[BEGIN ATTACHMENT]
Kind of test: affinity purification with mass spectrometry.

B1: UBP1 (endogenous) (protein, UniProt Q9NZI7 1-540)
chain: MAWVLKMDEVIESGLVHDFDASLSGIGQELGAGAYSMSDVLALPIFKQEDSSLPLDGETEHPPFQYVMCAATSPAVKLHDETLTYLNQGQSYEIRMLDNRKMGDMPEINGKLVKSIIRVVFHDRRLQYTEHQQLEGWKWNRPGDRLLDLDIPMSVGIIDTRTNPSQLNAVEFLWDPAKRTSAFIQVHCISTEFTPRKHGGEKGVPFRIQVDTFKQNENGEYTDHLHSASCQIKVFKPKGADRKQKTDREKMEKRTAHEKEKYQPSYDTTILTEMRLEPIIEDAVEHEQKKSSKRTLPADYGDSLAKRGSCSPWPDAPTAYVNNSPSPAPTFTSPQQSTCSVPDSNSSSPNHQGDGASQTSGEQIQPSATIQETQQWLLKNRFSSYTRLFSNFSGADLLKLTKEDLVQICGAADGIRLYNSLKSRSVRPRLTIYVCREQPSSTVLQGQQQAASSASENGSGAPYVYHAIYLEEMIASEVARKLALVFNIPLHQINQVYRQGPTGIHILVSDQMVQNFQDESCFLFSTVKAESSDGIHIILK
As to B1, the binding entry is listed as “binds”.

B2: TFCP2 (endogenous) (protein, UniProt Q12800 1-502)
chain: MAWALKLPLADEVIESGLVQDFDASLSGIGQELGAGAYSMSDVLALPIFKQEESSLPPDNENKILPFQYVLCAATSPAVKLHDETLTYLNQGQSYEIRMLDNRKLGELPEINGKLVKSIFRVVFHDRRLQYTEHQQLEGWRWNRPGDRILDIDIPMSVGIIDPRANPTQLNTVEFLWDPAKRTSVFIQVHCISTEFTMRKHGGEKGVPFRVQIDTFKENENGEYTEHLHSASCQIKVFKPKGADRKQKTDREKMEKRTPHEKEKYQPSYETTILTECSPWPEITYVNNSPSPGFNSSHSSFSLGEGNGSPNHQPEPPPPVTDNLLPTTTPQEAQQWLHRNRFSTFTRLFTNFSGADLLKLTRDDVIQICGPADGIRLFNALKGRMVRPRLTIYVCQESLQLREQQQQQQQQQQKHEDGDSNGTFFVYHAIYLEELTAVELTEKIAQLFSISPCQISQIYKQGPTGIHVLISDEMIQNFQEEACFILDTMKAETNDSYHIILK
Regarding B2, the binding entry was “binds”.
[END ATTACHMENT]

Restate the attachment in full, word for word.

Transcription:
Kind of test: affinity purification with mass spectrometry.

B1: UBP1 (endogenous) (protein, UniProt Q9NZI7 1-540)
chain: MAWVLKMDEVIESGLVHDFDASLSGIGQELGAGAYSMSDVLALPIFKQEDSSLPLDGETEHPPFQYVMCAATSPAVKLHDETLTYLNQGQSYEIRMLDNRKMGDMPEINGKLVKSIIRVVFHDRRLQYTEHQQLEGWKWNRPGDRLLDLDIPMSVGIIDTRTNPSQLNAVEFLWDPAKRTSAFIQVHCISTEFTPRKHGGEKGVPFRIQVDTFKQNENGEYTDHLHSASCQIKVFKPKGADRKQKTDREKMEKRTAHEKEKYQPSYDTTILTEMRLEPIIEDAVEHEQKKSSKRTLPADYGDSLAKRGSCSPWPDAPTAYVNNSPSPAPTFTSPQQSTCSVPDSNSSSPNHQGDGASQTSGEQIQPSATIQETQQWLLKNRFSSYTRLFSNFSGADLLKLTKEDLVQICGAADGIRLYNSLKSRSVRPRLTIYVCREQPSSTVLQGQQQAASSASENGSGAPYVYHAIYLEEMIASEVARKLALVFNIPLHQINQVYRQGPTGIHILVSDQMVQNFQDESCFLFSTVKAESSDGIHIILK
As to B1, the binding entry is listed as “binds”.

B2: TFCP2 (endogenous) (protein, UniProt Q12800 1-502)
chain: MAWALKLPLADEVIESGLVQDFDASLSGIGQELGAGAYSMSDVLALPIFKQEESSLPPDNENKILPFQYVLCAATSPAVKLHDETLTYLNQGQSYEIRMLDNRKLGELPEINGKLVKSIFRVVFHDRRLQYTEHQQLEGWRWNRPGDRILDIDIPMSVGIIDPRANPTQLNTVEFLWDPAKRTSVFIQVHCISTEFTMRKHGGEKGVPFRVQIDTFKENENGEYTEHLHSASCQIKVFKPKGADRKQKTDREKMEKRTPHEKEKYQPSYETTILTECSPWPEITYVNNSPSPGFNSSHSSFSLGEGNGSPNHQPEPPPPVTDNLLPTTTPQEAQQWLHRNRFSTFTRLFTNFSGADLLKLTRDDVIQICGPADGIRLFNALKGRMVRPRLTIYVCQESLQLREQQQQQQQQQQKHEDGDSNGTFFVYHAIYLEELTAVELTEKIAQLFSISPCQISQIYKQGPTGIHVLISDEMIQNFQEEACFILDTMKAETNDSYHIILK
Regarding B2, the binding entry was “binds”.